By LP Hastings
By Michael Goldstein
By R. Scott Moxley
By Gustavo Arellano
By Gustavo Arellano
By Matt Coker
By Nick Schou
By Bethania Palma Markus
The Amerikan government was on trial for crimes against the people of the world. We now find the government guilty and sentence it to death in the streets.
Pretty catchy stuff, huh? It's from an Orange County alternative publication. It's also from 31 years ago.
OC has changed tremendously over those years, becoming hipper, more diverse, more politically balanced. Back then, you couldn't buy a latte to save your life. It was a conservative bedroom community, with Birchers looking under every one of those beds for Commies. It was stiff. It was straight. It was strict. It was also more radical.
There were walk-outs, love-ins and teach-ins. Students for a Democratic Society chapters agitated local campuses. There were so many protests in March 1970—against Timothy Leary's Laguna drug bust; in support of a doctor in the same town being tried for performing abortions; in solidarity with Vernon Williams, a black man who was strangled to death by OC Sheriff's officers (whose defense was essentially "Oops!"); in support of Arthur League, a Black Panther charged with murdering a Santa Ana police officer—it's amazing they could keep track of them without a Palm Pilot.
Someone blew up an Irvine Co. earthmover or two. There were head shops and underground radio stations. And, most incongruously, there was a more or less Marxist underground paper called From Out of Sherwood Forest published from a bookstore on the Newport peninsula.
I still have my old copies—those that weren't confiscated by my high school bus driver. People on the Right have a tendency to define freedom in precise terms, namely as the freedom to be just like them. Everyone from the county superintendent of schools on down to my bus driver was so concerned about this paper polluting our little minds that they didn't care if a few rights were abrogated in the process.
If you conservatives today think our Weekly writings are the weevils in your Wheaties, you should read this old stuff. I mean, the Sherwood Forestwriters couldn't see Jefferson Airplane at the Anaheim Convention Center without it also being a trip through "the bloodless plastic heart of Amerika."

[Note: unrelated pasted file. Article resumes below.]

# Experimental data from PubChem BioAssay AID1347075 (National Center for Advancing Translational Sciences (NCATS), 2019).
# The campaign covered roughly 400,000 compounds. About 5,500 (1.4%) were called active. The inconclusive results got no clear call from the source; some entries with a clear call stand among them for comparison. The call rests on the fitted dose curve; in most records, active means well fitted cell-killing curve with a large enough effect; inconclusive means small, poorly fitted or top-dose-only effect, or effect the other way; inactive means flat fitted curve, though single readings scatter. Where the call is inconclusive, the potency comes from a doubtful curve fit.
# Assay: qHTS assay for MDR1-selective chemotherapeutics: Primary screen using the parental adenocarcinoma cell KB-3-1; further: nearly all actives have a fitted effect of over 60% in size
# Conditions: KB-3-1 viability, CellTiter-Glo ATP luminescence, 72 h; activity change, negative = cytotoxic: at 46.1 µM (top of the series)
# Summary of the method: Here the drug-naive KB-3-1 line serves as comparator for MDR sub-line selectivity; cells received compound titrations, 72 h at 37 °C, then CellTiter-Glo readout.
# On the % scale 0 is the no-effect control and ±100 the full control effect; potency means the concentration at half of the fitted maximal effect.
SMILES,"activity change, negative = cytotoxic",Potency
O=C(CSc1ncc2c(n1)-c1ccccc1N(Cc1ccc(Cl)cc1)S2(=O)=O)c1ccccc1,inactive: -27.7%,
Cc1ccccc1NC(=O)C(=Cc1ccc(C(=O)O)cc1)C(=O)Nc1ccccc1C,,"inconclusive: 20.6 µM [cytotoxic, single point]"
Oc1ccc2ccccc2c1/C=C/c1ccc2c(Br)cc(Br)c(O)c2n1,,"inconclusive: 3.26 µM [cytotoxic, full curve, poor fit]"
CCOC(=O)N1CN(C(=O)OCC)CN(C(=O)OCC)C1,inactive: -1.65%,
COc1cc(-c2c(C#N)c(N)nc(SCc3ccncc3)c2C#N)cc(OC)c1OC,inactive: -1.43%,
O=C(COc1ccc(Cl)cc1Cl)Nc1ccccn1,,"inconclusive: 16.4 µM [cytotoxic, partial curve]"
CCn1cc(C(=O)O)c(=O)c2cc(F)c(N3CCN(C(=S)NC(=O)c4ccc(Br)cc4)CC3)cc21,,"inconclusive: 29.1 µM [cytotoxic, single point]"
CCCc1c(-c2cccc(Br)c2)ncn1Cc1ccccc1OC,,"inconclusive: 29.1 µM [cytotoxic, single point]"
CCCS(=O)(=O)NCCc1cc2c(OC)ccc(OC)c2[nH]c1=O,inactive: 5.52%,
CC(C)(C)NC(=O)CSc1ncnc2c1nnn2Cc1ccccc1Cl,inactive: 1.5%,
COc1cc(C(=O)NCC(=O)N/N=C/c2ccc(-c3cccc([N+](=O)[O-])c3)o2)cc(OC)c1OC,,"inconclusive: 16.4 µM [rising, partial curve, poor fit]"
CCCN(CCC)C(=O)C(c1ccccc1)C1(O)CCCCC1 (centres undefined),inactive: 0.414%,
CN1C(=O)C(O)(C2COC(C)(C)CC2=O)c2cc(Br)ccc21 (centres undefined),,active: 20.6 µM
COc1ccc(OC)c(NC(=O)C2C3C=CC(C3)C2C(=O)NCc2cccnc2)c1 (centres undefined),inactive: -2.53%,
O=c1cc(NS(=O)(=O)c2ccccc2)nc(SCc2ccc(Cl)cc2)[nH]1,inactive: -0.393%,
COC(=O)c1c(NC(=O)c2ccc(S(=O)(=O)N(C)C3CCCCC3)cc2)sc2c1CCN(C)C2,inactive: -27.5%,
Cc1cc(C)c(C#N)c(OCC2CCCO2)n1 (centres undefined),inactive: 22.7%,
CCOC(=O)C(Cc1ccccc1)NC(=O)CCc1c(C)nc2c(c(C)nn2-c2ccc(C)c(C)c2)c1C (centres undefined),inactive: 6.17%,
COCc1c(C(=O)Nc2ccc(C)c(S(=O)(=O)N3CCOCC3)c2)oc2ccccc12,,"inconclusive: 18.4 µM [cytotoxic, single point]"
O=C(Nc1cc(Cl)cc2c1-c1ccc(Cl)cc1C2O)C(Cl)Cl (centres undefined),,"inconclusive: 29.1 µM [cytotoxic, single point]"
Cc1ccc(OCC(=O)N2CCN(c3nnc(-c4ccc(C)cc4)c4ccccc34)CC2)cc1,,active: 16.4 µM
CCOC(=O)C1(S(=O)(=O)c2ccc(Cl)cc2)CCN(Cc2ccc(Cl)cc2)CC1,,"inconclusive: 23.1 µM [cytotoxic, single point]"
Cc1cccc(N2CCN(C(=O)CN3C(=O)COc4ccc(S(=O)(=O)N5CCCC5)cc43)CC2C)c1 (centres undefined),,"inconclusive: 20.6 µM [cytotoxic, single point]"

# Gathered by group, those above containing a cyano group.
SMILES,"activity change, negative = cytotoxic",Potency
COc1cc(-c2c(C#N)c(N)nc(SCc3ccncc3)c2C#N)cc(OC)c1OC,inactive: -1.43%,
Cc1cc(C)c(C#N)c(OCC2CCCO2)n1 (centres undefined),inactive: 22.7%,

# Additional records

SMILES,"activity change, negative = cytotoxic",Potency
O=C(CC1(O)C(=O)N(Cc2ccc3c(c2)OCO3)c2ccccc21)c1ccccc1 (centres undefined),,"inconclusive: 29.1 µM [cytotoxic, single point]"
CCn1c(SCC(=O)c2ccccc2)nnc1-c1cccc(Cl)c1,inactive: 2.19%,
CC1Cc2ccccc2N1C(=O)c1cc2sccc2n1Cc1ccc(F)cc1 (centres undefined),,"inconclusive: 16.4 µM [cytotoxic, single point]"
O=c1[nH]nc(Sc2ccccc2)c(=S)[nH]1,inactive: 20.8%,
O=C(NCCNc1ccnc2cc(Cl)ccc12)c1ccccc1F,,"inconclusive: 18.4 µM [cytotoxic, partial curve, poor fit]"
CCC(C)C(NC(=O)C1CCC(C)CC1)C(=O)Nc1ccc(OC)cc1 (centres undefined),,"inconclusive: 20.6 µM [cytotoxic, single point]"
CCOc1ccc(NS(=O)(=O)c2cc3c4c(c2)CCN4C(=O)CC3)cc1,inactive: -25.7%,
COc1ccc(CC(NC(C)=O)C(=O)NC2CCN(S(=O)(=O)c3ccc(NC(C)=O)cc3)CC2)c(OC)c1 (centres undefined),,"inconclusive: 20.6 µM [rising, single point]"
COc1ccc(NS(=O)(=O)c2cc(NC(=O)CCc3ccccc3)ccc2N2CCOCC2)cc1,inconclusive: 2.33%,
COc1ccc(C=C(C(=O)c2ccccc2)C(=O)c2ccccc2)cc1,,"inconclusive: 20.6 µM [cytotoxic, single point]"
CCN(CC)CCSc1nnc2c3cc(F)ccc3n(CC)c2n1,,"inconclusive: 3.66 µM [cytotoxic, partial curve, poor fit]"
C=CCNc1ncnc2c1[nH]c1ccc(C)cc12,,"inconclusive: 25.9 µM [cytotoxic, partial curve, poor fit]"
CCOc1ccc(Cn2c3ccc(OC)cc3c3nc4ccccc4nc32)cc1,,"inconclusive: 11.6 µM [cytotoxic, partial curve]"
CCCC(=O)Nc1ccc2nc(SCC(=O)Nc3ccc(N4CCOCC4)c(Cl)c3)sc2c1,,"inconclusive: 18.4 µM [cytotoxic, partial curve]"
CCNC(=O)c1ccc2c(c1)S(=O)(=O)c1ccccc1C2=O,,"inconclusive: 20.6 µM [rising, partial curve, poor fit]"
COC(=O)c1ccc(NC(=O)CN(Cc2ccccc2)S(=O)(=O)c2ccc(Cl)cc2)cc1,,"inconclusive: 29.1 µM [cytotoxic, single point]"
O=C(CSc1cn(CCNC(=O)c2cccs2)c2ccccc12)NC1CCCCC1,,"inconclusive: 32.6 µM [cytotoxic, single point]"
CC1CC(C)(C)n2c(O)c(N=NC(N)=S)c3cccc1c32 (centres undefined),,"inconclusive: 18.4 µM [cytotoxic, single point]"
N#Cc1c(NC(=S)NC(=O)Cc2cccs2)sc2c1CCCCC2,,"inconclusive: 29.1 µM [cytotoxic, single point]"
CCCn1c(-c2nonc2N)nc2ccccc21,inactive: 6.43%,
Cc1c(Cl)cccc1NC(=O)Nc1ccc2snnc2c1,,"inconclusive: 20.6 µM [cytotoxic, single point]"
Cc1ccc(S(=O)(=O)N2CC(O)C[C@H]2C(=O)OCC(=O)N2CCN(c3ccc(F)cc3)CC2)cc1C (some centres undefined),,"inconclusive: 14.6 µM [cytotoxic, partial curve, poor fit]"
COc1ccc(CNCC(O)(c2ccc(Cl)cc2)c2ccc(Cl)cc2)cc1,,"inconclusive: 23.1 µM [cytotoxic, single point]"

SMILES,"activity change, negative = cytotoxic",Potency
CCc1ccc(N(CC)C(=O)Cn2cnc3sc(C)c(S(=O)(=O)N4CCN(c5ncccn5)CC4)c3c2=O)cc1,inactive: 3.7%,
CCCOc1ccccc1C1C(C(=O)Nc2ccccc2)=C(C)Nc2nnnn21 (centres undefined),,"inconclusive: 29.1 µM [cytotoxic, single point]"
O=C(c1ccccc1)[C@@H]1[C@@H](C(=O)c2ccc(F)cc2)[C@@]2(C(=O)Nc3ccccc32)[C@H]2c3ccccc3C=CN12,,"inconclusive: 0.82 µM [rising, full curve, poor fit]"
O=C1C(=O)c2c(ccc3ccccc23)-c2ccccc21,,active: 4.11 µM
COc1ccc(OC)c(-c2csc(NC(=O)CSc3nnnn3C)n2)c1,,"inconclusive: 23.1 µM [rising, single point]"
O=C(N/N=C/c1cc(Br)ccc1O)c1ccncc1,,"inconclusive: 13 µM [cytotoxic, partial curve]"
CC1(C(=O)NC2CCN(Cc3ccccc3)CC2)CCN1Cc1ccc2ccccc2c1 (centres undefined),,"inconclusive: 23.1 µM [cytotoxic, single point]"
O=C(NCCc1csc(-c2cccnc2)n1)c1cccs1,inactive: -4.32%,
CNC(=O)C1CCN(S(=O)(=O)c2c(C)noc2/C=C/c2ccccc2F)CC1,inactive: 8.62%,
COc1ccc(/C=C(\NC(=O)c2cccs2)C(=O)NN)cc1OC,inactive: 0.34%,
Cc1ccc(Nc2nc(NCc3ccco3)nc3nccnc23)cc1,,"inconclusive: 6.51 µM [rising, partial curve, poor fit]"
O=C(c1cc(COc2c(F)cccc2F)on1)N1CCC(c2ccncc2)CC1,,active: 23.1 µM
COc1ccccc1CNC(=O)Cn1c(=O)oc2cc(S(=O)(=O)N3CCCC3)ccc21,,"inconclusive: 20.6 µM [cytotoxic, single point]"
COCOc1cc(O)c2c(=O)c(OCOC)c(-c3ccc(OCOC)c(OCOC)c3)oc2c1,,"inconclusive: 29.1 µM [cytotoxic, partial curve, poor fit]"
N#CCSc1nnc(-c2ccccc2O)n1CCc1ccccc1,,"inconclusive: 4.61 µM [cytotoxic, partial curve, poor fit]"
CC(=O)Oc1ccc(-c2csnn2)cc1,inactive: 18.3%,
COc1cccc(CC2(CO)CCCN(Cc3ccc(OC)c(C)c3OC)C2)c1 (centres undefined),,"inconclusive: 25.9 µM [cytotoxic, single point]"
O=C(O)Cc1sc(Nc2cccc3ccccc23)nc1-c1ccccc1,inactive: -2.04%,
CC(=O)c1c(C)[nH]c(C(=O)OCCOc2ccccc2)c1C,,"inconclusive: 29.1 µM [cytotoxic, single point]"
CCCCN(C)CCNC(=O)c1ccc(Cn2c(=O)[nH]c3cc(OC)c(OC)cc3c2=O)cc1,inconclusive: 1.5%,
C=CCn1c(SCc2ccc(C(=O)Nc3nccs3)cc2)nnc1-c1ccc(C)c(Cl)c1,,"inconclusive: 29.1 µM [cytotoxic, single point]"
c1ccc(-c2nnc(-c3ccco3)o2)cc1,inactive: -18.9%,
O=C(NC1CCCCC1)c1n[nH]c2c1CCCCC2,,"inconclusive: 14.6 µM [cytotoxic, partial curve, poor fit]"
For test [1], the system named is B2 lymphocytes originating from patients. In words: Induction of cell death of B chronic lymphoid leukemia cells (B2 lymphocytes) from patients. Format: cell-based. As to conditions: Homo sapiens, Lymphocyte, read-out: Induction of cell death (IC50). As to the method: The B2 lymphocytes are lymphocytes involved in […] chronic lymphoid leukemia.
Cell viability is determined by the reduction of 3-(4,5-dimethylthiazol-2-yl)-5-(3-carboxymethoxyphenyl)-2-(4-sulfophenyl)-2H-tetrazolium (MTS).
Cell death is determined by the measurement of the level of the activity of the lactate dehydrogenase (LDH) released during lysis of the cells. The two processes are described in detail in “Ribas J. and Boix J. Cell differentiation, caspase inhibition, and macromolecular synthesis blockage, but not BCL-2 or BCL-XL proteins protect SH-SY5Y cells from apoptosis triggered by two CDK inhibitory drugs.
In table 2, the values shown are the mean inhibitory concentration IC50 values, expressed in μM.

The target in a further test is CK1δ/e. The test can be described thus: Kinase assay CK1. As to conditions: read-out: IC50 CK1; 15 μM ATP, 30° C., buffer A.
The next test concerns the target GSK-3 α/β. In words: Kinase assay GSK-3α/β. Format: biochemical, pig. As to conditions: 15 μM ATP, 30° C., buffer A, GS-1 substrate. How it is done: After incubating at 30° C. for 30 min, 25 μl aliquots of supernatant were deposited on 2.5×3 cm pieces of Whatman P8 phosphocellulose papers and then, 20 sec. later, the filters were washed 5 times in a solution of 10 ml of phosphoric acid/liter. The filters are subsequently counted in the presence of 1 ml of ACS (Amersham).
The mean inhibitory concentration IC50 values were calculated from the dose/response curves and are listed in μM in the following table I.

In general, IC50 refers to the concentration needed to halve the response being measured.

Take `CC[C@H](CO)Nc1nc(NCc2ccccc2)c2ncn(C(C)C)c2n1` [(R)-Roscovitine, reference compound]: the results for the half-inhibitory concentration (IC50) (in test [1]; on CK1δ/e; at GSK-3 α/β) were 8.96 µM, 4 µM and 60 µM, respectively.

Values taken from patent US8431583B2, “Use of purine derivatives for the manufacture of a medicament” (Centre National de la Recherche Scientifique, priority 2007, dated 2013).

How's this for a balanced lead: "The creaking mindless wheels of our decaying governmental system continued to crank out its own peculiar version of justice at Cal State Fullerton last Friday, March 20. The Student-Faculty Judiciary Committee met in secret to decide what type of punishment is appropriate for Bruce Church and Dave McKowiak. Their crime? Telling Governor [Ronald] Reagan to get fucked."
How about a record review: "Why should you pay more than $3 for an album? You pay for a name that is fabricated out of proportion. As long as the present economic system remains, people will continue to get screwed."
When the Ortega Hot Springs were fenced in, they saw it as a pattern of "the land barons" crushing every meeting place freaks had, including concerts and pop festivals, and warned, "Soon we will have nowhere to go but the streets, and the residents of Isla Vista know what happens there! So if that's what must be, so be it."
Isla Vista, for those who only know of it as the UC Santa Barbara party zone, was the site of violent confrontations between cops and students protesting the war, with the final tally being a torched Bank of America and a shot-dead student or two. In my house, my dad was apoplectic because a student had been killed trying to prevent other students from attacking the bank. "Those cowardly #$@%*! hippies!" When it came to light later that the kid had been killed by an off-duty cop firing into the crowd, my pop refused to talk about it again.
Sherwood Forest ran handy hints on how to "off" parking meters by jamming soda-pop pull tabs into them. In November '69, they printed an editorial, stating, "Stealing from companies which are stealing from the people is not dishonest. Profit is theft. . . . Stealing is a small and unimportant way of striking back, but as fun and financial assistance, it's certainly justified. Don't do anything when other shoppers can see you, though they're usually so unconscious they probably wouldn't see you anyway."